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Will Fed Funds Finally Bring Broadband Internet to Rural Areas?

written by: •edited by: Lamar Stonecypher•updated: 12/17/2010

Will billions in federal stimulus going to improve broadband access finally get the wide open spaces online? Should net neutrality play a role?

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    With over seven billion dollars of federal funds meant to improve broadband access, everyone has an opinion, usually that their technology is the best for the goals involved, even though those goals aren’t carved out of stone yet. The debate over whether companies that receive funding should be tied to net neutrality regulation only complicates the affair further.

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    Stimulus or Investment?

    The money will be felt most immediately if it is just forked over to existing companies who can use it to speed up whatever they were going to do anyways. But that has to be balanced with what is left when the stimulus is gone. Throwing the money blindly lends credence to the “cyberbridge to nowhere” argument: it might make some jobs for some time, but with little lasting infrastructure or social benefit to the taxpayer afterwards.

    A careful approach is called for if the money is going to get broadband into schools, medical facilities, and unserved homes. It needs to look at making a lot of small investments in projects advanced by local ISPs and governments that understand the needs of residents as clients and constituents. Not only do they have an obvious goal related to broadband in a certain area, but there is expertise beyond technical knowledge involved in rural Internet deployment.

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    Rural Internet Adoption

    An oft-quoted study from Pew Internet reveals that out of the people who don’t have a broadband connection, it’s only because they don’t have access to one 14% of the time. Lowering prices would bring another 18% on board, but almost 70% of people without broadband say they wouldn’t get broadband because they can’t or wouldn’t use it. The stimulus and WiMax can do a lot for the 14%, and probably help the 18%, but the majority of country folk aren’t exactly lining up.

    Network technology is only part of breaching the digital divide. Marketing, customer service, and other parts of a broadband deployment require a different approach. A study out of Michigan State University found that when a rural broadband deployment is coupled with community development efforts, penetration rates are about the same as with urban customers.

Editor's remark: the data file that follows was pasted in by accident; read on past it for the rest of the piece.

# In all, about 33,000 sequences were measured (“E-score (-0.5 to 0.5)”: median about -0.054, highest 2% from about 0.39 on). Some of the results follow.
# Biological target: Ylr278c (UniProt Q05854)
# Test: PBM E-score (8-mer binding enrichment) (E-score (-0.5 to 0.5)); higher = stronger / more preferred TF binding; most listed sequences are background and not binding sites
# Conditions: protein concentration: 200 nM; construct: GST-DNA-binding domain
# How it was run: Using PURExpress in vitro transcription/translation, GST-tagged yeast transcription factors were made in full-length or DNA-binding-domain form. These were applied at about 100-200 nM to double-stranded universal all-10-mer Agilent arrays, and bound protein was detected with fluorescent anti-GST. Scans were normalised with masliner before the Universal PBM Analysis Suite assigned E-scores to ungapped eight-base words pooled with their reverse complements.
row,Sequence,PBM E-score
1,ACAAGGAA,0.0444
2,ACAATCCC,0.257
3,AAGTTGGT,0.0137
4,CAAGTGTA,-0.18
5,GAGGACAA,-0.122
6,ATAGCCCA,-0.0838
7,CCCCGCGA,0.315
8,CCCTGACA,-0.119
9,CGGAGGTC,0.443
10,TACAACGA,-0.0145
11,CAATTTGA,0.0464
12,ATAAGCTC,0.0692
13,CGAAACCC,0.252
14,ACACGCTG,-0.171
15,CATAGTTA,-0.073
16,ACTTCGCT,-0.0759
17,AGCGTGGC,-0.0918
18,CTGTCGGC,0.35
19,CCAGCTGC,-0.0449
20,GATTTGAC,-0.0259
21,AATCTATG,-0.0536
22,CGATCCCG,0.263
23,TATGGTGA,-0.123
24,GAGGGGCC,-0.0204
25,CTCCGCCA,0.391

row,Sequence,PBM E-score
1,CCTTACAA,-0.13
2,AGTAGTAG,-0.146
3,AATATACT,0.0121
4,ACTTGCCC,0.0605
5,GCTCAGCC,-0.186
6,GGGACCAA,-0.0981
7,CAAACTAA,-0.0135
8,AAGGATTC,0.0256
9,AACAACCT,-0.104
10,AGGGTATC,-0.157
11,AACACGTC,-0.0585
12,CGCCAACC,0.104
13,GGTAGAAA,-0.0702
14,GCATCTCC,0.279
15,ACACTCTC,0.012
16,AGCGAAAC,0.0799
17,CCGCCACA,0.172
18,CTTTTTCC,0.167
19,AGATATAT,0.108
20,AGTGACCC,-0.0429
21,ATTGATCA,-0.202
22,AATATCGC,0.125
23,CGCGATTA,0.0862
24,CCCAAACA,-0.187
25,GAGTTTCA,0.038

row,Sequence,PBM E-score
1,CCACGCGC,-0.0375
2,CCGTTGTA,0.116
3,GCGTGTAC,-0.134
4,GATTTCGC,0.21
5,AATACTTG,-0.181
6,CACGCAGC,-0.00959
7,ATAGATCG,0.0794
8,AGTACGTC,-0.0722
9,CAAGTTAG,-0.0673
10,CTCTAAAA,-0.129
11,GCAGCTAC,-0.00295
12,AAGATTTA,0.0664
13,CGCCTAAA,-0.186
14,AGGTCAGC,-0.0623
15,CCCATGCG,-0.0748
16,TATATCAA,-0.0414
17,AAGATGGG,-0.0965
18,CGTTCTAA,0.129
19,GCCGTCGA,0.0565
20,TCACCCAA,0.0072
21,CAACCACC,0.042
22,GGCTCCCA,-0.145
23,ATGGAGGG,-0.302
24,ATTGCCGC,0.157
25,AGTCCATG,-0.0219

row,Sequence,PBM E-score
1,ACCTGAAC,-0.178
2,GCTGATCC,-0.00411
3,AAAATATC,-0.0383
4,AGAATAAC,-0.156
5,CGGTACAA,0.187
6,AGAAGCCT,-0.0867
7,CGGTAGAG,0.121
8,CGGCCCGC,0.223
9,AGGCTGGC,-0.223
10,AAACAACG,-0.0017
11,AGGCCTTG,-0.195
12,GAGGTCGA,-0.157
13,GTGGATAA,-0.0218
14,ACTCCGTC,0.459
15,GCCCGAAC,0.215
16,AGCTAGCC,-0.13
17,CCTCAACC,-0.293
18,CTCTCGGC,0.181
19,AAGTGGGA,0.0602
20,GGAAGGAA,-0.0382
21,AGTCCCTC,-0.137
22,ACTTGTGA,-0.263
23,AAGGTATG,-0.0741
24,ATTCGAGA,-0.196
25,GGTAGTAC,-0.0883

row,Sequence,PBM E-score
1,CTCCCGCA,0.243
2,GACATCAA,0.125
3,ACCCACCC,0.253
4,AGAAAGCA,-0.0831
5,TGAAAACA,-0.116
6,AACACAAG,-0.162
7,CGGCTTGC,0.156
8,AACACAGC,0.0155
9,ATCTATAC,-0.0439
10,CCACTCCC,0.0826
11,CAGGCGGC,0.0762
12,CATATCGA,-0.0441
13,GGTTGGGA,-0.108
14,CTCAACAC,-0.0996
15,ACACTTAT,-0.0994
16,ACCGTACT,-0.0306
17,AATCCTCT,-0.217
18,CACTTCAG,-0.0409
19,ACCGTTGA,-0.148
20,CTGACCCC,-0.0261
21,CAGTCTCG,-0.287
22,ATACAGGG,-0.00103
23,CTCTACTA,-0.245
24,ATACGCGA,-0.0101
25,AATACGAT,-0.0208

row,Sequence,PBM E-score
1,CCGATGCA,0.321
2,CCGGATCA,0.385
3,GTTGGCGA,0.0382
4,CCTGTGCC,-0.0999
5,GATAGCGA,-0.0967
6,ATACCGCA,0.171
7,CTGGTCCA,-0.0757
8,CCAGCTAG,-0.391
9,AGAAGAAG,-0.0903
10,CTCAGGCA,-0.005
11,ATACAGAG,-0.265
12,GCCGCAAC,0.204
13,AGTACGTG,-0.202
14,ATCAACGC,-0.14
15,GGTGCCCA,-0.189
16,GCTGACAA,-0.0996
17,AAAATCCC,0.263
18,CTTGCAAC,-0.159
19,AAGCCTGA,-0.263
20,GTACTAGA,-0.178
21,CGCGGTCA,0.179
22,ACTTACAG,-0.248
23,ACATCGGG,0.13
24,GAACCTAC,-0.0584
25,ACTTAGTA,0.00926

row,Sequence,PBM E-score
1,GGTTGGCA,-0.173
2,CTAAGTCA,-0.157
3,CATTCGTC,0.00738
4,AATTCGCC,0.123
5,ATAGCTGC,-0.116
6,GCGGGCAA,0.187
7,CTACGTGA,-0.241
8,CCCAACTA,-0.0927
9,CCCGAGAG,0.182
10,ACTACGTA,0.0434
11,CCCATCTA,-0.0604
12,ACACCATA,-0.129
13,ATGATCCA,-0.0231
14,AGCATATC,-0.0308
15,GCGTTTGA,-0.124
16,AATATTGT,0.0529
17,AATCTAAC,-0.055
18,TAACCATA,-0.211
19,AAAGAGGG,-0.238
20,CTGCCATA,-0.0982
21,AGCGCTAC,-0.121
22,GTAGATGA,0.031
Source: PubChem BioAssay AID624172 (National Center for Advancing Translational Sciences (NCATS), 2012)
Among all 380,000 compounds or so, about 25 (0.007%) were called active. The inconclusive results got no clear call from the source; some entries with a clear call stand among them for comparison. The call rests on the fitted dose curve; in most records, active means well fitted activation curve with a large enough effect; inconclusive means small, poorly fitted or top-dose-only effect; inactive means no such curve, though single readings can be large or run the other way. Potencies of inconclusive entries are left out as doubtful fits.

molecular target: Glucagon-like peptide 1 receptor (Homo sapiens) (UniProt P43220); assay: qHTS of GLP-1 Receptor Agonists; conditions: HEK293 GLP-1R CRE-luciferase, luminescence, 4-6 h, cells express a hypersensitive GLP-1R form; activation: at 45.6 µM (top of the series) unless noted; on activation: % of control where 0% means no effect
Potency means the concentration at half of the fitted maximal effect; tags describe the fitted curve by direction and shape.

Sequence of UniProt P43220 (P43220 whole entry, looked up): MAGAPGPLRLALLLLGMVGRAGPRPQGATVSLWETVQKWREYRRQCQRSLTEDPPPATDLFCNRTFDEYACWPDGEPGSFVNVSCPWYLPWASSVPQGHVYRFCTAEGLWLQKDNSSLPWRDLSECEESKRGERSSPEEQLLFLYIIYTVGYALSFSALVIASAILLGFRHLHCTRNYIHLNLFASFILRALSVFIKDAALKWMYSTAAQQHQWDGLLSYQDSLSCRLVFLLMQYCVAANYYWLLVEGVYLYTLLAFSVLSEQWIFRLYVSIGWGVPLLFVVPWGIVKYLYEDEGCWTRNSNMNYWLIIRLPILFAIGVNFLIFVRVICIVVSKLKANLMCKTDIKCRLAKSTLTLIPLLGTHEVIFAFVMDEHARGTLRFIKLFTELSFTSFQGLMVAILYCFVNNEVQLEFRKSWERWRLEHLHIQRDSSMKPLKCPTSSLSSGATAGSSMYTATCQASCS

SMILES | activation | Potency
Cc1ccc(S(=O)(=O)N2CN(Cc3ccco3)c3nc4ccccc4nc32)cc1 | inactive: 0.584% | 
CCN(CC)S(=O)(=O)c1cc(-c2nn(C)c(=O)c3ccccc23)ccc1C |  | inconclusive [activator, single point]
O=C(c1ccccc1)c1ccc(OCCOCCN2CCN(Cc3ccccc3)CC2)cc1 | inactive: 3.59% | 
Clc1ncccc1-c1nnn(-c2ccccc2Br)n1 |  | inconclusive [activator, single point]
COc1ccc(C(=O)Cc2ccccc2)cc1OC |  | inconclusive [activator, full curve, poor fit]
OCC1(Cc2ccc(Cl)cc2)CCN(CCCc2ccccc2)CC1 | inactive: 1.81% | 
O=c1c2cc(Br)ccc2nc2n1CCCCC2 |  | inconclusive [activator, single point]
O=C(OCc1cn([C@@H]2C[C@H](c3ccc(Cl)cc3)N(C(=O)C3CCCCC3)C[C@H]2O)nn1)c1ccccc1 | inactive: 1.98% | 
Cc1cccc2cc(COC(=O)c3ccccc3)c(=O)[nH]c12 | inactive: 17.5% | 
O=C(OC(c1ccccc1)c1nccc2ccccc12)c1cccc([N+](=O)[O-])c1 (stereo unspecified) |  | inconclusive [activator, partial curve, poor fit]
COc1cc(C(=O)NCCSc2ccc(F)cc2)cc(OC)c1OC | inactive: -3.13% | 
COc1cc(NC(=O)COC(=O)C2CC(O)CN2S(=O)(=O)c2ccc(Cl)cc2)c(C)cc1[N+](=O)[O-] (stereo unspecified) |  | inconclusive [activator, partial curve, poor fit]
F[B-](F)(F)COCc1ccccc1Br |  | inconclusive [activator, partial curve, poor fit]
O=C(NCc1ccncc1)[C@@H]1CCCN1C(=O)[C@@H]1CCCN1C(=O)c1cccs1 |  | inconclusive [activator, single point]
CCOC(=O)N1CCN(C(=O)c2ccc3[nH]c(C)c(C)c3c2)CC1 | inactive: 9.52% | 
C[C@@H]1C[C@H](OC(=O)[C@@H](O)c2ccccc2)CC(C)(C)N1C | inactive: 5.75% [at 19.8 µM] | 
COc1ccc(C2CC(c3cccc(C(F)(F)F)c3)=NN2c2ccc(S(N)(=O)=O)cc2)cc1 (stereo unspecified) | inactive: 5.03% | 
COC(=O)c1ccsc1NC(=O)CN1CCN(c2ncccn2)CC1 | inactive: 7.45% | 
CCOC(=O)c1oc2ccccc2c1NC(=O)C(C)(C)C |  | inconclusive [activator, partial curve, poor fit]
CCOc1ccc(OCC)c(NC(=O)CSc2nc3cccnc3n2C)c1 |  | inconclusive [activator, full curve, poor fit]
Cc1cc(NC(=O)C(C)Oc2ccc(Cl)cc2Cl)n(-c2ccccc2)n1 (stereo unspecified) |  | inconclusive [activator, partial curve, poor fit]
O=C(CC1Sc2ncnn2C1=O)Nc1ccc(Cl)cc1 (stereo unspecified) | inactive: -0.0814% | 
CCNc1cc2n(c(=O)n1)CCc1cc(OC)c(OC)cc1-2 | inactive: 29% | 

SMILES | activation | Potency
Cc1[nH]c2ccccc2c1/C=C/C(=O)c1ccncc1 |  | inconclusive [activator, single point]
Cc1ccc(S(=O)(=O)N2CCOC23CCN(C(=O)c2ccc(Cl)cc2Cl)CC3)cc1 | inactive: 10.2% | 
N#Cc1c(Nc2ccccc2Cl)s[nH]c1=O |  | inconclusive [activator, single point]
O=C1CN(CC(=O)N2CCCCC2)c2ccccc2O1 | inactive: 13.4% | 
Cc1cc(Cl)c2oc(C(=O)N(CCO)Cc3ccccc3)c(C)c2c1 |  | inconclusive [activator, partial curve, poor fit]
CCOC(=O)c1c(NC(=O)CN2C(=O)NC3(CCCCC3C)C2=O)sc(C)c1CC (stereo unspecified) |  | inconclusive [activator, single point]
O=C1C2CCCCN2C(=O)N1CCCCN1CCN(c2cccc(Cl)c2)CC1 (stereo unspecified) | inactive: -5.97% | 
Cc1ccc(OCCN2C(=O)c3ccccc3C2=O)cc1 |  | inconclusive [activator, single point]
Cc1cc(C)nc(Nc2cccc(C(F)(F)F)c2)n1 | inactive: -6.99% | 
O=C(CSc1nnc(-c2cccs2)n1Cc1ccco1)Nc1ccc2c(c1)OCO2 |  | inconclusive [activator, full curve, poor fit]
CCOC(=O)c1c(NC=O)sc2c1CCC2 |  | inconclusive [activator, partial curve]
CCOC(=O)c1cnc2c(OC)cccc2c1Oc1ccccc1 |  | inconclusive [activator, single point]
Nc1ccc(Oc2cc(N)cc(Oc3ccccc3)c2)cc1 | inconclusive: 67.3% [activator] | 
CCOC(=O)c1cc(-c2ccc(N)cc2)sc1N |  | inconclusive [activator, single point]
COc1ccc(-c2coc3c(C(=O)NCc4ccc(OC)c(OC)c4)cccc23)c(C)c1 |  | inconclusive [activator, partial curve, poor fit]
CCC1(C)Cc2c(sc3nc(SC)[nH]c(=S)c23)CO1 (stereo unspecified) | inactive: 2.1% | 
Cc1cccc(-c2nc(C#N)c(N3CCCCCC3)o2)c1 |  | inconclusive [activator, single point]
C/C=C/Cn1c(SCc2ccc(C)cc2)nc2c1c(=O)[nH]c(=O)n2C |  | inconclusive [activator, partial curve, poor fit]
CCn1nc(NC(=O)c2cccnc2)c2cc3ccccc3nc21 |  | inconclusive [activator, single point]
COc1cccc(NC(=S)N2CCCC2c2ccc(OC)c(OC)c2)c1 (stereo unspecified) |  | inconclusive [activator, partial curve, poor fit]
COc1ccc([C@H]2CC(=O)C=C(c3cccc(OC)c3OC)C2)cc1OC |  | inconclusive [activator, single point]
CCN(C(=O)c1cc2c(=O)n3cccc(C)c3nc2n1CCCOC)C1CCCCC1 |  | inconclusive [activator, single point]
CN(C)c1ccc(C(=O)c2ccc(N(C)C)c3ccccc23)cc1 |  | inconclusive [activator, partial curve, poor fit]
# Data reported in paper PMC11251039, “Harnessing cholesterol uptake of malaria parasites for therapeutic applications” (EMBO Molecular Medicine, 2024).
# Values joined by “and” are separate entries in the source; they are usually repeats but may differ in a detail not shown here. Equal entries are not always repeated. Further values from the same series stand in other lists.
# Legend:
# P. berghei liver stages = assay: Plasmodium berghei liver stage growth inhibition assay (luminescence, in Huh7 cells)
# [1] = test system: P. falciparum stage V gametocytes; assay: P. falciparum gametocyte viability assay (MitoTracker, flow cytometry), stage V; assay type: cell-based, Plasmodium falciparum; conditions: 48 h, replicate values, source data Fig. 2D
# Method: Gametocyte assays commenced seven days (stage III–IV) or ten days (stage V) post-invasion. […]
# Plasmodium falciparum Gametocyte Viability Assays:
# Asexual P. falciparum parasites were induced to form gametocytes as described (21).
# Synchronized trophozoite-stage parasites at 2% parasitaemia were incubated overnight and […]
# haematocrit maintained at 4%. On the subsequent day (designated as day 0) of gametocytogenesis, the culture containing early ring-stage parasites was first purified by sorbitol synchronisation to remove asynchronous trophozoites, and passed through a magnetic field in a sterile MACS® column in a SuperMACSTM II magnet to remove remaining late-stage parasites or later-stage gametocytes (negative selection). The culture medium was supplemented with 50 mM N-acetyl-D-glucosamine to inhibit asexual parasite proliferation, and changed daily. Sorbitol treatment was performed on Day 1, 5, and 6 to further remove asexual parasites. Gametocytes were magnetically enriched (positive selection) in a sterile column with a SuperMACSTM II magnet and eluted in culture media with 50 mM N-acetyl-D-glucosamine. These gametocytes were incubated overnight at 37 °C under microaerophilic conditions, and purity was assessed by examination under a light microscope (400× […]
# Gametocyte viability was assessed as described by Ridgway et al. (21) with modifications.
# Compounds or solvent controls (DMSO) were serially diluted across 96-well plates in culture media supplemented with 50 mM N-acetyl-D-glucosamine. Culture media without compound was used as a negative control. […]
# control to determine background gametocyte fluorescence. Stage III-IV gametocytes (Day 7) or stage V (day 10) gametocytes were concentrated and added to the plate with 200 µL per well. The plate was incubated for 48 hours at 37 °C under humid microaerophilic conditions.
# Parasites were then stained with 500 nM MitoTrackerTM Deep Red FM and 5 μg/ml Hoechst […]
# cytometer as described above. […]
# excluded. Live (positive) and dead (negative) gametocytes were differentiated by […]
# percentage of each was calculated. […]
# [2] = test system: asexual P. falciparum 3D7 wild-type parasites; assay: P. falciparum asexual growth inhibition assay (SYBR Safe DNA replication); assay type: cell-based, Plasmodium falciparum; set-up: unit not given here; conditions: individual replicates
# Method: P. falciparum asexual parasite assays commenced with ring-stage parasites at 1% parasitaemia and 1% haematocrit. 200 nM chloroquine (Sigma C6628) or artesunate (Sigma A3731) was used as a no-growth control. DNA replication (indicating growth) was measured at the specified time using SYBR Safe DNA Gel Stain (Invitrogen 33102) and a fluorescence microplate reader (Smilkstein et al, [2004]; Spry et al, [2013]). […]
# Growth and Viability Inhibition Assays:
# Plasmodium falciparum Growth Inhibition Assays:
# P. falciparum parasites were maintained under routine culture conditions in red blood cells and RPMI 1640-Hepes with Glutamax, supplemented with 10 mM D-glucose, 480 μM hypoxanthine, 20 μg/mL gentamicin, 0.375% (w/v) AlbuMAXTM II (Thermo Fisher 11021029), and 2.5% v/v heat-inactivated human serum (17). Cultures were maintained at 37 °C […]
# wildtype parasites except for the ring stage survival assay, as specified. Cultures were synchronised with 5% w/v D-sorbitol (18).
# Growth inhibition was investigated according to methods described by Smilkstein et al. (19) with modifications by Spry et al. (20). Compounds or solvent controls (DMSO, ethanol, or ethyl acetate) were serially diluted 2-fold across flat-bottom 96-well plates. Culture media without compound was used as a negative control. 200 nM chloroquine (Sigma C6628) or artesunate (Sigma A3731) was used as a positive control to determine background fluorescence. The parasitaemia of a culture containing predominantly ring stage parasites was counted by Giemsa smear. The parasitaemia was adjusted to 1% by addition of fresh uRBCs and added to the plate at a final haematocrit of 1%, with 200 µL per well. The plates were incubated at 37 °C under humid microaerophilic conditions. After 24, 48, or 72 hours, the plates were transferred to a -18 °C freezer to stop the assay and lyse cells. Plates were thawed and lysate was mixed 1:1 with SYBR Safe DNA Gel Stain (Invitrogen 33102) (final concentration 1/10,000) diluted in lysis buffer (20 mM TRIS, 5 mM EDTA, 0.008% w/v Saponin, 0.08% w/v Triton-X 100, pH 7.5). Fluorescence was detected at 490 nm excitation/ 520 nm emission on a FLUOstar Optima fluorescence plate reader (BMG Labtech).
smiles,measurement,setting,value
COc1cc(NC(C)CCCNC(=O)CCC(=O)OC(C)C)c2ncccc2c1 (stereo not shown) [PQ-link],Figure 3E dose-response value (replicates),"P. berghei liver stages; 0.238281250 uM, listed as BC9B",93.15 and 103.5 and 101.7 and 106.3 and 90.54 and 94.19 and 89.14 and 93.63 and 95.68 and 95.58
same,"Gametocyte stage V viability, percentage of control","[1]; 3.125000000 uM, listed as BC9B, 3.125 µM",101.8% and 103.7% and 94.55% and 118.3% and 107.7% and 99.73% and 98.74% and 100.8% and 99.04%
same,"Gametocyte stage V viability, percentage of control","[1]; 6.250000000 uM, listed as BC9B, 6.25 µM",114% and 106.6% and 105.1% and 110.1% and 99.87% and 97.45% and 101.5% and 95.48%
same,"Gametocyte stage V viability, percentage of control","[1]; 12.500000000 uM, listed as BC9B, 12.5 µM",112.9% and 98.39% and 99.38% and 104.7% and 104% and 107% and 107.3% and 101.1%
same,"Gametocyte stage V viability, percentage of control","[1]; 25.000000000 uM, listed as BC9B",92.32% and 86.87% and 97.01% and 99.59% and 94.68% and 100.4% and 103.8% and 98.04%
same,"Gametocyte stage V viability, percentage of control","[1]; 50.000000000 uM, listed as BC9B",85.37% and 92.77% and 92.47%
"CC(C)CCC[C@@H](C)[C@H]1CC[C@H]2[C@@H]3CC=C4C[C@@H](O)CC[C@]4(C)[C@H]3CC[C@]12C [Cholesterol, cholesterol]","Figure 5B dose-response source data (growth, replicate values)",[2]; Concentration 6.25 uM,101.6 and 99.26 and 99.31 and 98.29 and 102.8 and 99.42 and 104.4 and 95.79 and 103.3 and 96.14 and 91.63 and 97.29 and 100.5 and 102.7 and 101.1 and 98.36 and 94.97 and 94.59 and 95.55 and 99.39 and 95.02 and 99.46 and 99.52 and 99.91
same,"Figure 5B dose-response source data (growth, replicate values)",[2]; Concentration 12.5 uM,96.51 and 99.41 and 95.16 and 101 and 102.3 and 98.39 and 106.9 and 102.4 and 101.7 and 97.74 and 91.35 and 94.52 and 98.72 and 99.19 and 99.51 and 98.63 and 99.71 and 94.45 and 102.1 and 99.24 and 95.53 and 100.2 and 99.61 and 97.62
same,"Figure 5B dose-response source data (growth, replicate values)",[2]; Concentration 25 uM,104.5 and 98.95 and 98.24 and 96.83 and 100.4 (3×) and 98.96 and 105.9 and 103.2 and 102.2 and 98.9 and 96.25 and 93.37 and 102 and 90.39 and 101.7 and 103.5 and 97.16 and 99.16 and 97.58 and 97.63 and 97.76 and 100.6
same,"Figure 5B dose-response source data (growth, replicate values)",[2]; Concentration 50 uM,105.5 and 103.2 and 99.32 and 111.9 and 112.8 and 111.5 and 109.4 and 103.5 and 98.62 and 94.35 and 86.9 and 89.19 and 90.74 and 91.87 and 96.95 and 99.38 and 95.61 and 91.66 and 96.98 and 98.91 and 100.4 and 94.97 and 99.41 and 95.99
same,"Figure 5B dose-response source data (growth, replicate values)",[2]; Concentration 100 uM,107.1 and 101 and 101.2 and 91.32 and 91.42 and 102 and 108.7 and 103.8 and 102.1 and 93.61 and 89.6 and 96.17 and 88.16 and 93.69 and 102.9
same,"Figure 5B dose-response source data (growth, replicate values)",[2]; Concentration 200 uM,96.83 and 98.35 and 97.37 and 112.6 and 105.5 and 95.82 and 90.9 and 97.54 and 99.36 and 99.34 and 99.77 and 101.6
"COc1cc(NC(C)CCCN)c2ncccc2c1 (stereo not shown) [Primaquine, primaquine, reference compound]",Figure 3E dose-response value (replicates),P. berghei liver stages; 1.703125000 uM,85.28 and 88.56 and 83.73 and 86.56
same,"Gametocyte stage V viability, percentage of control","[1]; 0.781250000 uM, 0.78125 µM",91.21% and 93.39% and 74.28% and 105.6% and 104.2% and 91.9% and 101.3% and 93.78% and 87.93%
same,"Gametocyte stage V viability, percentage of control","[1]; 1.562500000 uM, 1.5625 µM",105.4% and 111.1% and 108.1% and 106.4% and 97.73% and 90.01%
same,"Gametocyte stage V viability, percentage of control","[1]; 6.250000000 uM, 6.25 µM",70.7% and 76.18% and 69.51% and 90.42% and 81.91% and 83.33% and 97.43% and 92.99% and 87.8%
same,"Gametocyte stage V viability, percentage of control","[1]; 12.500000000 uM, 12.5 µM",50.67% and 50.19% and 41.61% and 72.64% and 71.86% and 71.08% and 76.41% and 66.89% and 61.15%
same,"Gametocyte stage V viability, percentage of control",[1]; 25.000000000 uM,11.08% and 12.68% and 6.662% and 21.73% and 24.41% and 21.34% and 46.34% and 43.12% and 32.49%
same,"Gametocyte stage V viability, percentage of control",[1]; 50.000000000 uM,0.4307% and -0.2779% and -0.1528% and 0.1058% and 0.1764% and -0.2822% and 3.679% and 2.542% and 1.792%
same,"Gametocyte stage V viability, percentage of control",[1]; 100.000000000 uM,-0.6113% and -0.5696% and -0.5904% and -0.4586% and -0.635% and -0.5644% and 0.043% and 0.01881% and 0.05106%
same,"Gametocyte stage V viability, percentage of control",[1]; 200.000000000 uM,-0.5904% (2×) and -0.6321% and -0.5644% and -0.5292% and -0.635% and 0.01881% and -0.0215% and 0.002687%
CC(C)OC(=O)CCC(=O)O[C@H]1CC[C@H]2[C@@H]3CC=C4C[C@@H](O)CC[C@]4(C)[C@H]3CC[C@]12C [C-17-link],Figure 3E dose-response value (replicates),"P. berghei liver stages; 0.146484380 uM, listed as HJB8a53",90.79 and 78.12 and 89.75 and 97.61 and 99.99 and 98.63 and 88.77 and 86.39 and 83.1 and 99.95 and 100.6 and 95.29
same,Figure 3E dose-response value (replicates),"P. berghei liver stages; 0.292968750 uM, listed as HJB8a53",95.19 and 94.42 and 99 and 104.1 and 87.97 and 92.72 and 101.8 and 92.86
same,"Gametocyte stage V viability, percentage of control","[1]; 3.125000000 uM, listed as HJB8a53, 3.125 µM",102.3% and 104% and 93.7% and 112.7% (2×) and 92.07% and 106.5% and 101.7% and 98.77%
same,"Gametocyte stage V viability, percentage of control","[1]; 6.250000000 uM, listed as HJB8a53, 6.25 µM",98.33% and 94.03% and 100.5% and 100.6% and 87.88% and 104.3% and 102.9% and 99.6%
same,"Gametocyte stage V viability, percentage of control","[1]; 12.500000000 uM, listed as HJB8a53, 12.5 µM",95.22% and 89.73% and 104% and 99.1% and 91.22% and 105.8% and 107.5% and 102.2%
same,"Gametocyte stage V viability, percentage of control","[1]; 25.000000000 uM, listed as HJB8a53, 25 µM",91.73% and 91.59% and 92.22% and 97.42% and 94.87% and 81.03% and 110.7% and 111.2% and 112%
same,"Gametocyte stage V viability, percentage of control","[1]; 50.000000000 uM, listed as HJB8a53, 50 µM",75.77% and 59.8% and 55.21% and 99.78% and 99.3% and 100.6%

This makes sense: if you don’t use broadband at work or school, and you and no one in your community has it at home, you don’t realize how much you’re missing. And we're not just talking Facebook, another Pew study found that rural broadband users are more likely than urban counterparts to engage in online education. Which again makes sense: where is the nearest community college, let alone one with a wide selection of specialized courses. And I shouldn't be knocking Facebook, even social media, according to the MSU study, helps rural communities, as people are less likely to move away because of isolation.

    A rural deployment takes a different approach than the barrage of junk mail urban dwellers get from large providers. And it's obvious that good things happen when you give people the Internet and show them what it can do. Local ISPs and administrators are in the best place to make sure people actually use the broadband access paid for by the stimulus.

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    The Telco’s go to Washington

    I’m a huge supporter of net neutrality, but it really is a separate kettle of fish that the FCC and legislators should address it as such. Figuring out the best way to spend the money is hard enough without introducing issues that haven’t been resolved on their own for years. Furthermore, if net neutrality legislation is needed (and it is) why tie it to receiving government funding?

    It’s like saying that if you got your dog from a shelter that gets public funding, you have to pick up after it, but not if you got it from a private kennel, because in the latter case you don’t owe society anything. Obviously, allowing companies who can afford it to opt out of laws they don’t agree with isn’t the way to go.

    The question on the table today has to be: What is the best way to spend the money on improving broadband access?